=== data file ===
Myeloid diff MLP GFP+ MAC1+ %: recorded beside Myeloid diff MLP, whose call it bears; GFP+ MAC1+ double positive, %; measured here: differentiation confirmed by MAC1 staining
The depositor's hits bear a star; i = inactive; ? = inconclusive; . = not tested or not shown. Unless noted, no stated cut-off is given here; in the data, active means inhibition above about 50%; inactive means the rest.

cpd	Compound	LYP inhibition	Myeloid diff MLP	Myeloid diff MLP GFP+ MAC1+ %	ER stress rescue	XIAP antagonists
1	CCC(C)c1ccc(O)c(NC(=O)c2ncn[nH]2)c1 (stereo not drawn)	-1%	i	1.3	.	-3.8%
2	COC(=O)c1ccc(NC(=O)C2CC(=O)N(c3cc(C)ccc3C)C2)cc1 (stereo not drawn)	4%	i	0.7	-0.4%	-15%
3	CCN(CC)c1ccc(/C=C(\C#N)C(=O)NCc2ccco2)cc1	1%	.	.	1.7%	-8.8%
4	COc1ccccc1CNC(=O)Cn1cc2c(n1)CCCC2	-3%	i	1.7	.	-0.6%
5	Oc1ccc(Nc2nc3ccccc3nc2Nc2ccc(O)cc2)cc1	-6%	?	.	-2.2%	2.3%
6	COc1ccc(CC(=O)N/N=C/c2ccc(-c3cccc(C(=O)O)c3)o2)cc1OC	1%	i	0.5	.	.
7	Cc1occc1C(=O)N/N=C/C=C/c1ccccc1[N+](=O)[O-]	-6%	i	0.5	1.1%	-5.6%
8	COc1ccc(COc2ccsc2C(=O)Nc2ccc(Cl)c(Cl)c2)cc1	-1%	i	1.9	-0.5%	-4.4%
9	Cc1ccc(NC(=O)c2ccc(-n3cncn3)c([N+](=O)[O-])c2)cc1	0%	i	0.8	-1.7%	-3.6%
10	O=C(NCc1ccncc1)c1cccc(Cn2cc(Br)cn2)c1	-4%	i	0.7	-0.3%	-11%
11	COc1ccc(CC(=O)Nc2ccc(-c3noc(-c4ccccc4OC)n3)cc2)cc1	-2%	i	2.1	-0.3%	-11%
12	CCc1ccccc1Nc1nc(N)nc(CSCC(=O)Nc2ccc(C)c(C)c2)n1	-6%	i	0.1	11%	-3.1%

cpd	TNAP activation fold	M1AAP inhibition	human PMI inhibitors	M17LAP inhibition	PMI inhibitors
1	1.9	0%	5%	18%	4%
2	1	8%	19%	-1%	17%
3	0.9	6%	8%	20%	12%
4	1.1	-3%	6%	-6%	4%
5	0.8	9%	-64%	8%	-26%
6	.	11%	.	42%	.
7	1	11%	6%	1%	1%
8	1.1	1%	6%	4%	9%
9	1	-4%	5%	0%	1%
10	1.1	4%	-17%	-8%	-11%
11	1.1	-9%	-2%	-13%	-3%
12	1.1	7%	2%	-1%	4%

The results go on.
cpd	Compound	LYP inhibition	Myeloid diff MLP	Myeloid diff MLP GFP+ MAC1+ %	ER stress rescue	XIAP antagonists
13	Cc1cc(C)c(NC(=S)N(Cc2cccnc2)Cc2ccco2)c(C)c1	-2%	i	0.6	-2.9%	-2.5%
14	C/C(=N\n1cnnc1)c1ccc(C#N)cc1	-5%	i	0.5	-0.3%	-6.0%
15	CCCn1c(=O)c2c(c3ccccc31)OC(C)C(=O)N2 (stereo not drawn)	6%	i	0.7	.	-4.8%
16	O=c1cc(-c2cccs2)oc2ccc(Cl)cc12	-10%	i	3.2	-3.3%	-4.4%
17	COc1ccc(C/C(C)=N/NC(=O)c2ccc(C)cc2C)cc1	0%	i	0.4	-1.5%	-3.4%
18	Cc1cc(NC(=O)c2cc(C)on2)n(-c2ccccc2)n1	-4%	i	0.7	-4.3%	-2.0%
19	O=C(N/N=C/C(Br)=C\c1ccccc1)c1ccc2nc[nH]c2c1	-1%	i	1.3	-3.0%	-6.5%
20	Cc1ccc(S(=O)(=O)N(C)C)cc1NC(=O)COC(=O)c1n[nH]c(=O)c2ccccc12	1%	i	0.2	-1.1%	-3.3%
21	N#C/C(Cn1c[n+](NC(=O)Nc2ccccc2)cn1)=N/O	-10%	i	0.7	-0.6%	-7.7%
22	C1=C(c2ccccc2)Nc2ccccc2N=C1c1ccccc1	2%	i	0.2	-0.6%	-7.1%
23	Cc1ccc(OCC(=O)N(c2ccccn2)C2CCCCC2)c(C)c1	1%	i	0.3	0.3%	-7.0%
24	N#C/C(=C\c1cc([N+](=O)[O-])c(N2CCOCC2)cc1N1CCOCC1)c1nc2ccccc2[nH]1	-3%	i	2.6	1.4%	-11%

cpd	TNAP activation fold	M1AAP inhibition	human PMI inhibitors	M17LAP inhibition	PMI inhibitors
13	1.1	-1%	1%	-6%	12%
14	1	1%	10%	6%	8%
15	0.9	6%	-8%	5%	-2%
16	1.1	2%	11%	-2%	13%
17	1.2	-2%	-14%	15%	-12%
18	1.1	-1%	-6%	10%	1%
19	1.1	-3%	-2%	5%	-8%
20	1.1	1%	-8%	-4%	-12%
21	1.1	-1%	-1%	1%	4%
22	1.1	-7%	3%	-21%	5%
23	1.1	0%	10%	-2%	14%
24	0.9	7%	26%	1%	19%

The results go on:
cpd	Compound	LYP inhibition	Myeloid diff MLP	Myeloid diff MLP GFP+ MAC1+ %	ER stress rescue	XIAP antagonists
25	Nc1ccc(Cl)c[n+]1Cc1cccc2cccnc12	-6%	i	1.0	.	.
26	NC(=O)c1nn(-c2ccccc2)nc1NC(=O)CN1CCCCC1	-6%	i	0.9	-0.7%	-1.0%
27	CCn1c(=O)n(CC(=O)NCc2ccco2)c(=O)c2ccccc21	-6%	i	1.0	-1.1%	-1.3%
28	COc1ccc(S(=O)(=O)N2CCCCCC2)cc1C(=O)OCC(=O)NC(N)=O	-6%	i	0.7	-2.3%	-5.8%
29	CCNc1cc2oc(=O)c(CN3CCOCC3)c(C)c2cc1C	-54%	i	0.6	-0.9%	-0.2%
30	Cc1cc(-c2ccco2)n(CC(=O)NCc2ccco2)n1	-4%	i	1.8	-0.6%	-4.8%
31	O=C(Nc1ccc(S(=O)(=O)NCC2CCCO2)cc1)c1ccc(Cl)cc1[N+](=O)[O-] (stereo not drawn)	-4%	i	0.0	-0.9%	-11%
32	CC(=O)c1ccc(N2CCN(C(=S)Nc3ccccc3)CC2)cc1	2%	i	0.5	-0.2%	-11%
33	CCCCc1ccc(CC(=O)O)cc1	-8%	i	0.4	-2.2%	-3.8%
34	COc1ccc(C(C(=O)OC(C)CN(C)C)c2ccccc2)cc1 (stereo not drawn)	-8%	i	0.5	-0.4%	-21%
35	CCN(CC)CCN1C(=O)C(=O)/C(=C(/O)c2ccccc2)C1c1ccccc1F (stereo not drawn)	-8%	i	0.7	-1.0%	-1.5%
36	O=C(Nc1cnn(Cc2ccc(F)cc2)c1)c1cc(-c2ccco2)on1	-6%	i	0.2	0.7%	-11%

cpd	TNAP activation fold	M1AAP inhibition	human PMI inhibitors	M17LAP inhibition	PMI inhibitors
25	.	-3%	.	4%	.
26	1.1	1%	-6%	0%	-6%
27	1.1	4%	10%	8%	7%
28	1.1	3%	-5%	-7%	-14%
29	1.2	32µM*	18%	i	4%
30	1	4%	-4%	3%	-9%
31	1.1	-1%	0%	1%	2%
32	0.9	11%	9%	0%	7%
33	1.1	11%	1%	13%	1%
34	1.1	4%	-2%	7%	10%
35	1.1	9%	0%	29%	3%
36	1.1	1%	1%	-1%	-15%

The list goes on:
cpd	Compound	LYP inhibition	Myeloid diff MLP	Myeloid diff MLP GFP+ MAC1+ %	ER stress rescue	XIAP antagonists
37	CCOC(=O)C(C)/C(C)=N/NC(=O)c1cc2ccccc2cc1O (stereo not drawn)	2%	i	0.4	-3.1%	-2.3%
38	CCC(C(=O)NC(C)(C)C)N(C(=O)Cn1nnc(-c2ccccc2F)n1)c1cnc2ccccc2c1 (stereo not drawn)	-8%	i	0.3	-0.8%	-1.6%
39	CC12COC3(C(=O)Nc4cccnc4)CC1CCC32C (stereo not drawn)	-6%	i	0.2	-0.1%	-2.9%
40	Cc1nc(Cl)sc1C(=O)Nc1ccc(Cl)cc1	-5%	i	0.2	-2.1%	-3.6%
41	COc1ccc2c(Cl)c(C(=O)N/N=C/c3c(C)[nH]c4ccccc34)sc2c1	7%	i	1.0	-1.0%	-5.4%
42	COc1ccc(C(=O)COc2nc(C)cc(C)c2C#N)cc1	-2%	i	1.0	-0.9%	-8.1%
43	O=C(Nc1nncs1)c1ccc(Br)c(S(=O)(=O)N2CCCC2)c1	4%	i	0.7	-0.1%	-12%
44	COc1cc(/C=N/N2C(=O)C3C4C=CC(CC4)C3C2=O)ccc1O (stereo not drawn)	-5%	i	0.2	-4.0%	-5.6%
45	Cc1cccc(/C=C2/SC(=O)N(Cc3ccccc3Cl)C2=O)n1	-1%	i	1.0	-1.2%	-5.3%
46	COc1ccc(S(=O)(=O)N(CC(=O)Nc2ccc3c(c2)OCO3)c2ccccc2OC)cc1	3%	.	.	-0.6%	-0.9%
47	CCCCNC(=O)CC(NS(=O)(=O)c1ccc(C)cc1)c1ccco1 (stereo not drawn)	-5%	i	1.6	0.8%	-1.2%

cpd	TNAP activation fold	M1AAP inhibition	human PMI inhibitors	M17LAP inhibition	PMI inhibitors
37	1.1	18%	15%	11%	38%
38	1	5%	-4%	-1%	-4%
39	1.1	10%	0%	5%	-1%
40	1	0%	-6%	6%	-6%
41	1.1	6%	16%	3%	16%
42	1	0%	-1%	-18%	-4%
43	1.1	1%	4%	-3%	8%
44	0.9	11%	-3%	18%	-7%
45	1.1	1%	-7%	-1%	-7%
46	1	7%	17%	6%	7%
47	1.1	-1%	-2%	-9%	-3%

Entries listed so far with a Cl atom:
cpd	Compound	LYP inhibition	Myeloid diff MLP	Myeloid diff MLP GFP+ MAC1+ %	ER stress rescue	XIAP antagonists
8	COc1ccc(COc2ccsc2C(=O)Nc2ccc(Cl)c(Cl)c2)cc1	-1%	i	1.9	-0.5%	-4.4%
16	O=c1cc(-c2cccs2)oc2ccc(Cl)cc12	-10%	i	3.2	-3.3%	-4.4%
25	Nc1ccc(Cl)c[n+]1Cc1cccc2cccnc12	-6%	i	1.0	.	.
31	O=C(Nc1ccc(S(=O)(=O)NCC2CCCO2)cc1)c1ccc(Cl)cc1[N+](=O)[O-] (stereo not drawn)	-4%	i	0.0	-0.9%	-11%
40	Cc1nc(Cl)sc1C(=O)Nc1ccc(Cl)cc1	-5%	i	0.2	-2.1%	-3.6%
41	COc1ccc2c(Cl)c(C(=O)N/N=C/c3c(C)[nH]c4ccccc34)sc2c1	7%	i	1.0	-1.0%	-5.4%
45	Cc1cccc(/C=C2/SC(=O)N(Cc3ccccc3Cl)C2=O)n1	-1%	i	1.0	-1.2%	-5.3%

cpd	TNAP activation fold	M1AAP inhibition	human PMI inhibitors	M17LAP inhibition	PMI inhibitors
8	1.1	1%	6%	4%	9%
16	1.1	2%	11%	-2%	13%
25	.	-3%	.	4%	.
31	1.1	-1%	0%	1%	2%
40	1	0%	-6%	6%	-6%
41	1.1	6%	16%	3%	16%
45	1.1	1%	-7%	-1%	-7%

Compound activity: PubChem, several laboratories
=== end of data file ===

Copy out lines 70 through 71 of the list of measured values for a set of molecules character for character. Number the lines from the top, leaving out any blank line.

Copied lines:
cpd	TNAP activation fold	M1AAP inhibition	human PMI inhibitors	M17LAP inhibition	PMI inhibitors
25	.	-3%	.	4%	.